The Lord, knowing our weakness, leaves many promises for us. In the same way He left promises for His people in Captivity so that they could be reminded and faith be stirred in their hearts.
When we feel tribulation and affliction, God’s Spirit turn us toward His Word, that we be refreshed and lift up our heads again toward God’s mercy and grace.
So God says, “I am the Lord, and there is no other. I did not speak in secret. I did not say to the offspring of Jacob, “Seek Me,” in vain.”
In all His works, God is seeking to preserve your souls. He speaks His Word. He sends His Son. He makes gracious promises, not in secret places, to rocks in the wilderness or to dumb animals who can’t understand. No, He speaks for your benefit. He sent His Son for your salvation. He wants nothing else than that you trust in Him and be strengthened to life everlasting.
He says, “I the Lord speak the truth, I declare what is right.” In other words, He speaks righteousness. He speaks the truth about His Son, who is called the Truth. He speaks forgiveness and salvation from death and hell. All this because He wants to save men.
Now compare our Lord with the idols. Our God is worthy of worship. The gods of the heathen are pieces of wood or silver or gold. They are not living. They do not move or speak. A person who has an idol can pick it up and carry it around as if their god were baggage.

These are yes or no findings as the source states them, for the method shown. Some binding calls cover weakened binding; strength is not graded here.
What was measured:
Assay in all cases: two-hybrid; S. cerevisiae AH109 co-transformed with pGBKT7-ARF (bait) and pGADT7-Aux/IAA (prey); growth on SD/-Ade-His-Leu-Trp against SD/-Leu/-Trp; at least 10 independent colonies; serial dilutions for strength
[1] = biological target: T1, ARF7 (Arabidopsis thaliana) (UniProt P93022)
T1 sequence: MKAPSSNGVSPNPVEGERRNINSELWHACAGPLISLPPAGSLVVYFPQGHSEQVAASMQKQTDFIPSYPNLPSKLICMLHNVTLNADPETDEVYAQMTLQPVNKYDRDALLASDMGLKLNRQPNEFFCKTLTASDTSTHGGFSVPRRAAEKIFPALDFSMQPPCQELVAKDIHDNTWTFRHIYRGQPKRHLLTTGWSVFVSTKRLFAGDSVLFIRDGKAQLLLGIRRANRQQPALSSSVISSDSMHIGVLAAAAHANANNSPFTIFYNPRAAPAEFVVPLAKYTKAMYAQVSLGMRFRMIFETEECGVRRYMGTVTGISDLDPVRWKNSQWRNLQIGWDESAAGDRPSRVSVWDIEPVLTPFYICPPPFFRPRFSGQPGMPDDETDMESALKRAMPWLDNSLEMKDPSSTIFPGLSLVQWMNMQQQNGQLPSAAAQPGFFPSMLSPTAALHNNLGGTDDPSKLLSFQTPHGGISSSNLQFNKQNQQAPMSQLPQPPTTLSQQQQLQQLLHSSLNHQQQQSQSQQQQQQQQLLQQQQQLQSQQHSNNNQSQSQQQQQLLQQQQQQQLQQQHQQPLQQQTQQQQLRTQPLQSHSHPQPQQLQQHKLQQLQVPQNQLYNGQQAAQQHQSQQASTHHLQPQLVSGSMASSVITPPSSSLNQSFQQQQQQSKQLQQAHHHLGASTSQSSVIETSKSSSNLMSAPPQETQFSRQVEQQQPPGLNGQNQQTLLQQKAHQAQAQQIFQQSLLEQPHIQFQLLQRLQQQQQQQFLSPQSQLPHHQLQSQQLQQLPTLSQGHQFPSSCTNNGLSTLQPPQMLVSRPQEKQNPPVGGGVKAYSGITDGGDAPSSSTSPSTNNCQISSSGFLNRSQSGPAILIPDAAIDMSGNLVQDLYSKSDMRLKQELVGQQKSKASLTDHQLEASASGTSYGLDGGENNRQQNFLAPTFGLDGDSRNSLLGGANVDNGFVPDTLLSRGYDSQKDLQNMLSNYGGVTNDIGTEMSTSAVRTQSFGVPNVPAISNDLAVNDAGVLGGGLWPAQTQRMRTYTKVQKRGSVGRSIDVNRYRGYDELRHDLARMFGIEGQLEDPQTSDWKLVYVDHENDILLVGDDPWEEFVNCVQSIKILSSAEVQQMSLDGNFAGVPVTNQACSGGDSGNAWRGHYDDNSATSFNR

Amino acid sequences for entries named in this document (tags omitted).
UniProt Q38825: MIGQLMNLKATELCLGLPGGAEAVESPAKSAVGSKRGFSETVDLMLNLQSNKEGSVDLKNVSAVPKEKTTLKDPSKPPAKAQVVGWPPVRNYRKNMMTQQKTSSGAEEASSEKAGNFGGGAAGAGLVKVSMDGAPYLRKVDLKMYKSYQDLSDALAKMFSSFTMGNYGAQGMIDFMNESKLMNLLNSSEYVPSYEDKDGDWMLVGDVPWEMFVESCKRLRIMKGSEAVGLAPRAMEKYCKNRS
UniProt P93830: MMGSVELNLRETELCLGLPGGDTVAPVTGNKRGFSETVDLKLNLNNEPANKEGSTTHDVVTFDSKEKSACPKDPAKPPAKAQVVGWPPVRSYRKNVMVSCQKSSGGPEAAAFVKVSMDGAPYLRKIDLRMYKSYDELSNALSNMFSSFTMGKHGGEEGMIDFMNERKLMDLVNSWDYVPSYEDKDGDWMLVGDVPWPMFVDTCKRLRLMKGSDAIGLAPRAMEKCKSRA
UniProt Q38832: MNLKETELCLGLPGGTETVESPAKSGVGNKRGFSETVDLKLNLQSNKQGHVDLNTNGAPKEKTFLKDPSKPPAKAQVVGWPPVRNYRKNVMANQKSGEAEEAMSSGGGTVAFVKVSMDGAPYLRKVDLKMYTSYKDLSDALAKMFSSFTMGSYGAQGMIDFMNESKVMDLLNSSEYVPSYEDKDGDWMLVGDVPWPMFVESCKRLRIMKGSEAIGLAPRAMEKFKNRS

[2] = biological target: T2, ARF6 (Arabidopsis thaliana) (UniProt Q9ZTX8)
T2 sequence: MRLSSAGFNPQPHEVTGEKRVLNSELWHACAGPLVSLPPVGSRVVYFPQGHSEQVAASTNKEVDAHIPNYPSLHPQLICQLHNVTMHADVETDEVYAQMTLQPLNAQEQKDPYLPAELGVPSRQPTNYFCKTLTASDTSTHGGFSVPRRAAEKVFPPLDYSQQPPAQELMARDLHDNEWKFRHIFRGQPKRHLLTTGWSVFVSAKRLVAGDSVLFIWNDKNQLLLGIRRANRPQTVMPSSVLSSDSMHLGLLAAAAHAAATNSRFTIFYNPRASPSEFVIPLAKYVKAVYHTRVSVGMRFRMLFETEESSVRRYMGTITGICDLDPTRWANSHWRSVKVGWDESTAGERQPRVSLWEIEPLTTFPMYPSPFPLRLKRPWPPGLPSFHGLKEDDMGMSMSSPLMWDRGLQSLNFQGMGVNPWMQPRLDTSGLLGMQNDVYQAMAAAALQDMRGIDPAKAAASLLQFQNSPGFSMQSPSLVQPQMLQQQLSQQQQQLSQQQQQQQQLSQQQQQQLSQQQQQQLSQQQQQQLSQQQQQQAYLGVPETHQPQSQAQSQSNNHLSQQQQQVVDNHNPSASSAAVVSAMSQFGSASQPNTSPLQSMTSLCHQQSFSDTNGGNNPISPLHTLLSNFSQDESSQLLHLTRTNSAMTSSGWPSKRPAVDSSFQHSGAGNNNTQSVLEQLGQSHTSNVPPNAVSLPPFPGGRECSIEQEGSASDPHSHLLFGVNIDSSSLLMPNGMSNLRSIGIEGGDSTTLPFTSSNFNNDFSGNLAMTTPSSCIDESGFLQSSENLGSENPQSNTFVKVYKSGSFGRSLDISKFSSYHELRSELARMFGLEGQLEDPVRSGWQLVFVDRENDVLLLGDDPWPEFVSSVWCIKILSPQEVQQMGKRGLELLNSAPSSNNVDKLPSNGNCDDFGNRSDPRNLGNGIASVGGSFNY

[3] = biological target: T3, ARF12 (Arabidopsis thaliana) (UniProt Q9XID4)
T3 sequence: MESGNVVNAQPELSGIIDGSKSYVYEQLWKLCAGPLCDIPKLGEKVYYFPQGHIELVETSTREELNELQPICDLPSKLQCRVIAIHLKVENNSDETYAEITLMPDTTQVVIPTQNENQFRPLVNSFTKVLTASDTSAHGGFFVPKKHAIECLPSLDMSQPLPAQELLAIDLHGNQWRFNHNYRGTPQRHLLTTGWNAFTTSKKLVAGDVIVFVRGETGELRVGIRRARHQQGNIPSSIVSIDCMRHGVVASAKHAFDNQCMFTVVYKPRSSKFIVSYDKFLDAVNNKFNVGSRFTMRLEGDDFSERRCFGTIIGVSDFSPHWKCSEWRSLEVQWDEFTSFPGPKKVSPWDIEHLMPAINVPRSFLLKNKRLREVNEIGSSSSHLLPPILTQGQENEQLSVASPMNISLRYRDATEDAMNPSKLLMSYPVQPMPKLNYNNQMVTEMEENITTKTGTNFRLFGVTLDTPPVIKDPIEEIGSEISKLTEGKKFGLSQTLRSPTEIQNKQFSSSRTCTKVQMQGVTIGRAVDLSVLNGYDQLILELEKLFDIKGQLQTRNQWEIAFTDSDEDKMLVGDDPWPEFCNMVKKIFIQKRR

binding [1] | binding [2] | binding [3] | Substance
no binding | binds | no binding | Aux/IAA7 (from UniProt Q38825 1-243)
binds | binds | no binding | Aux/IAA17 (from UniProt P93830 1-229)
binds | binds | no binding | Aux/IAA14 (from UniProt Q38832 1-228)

What righteousness comes from an idol that is a piece of wood? None at all. On the contrary, a piece of wood must be moved about from place to place. They get dusty and need cleaning. The so-called god needs a savior to rescue it if it is in danger. If your house catches fire, you might rush into the house to rescue your god from danger. Whereas the true Lord rescues His people from fire.
But what are our idols? Are they any better? Although we have the true God through faith by the Holy Spirit, yet the old diseased heart of sin in us still wants to worship pieces of wood, or pieces of paper. Our god might be an automobile. Our god might be a house. Our god might be a television, or a phone. All these things need to be carried around or moved by us. They are not living or breathing. They do not save in any meaningful way, although they may make us feel saved.
Our Lord saves us, whether we feel that we are saved or not. Our Lord is not carried about, but He lifts up and carries us, as a Shepherd carrying His sheep.
There is an exception. Our Lord can be carried about. He gives Himself in and with bread and wine. He may therefore be lifted up before the congregation’s eyes. He may be carried back and forth to the Communion rail.
This is the exception that proves the rule. He gives Himself to be carried, as once He was carried by Mary and Joseph, for the same purpose. He made Himself carryable for us and our salvation. He gives Himself for mouth and faith and forgiveness. This is the opposite of a block of wood that someone bows down to because the block of wood cannot give itself to save. But the Lord who is carried saves.
To all eternity, we saints shall be found in Him. Amen.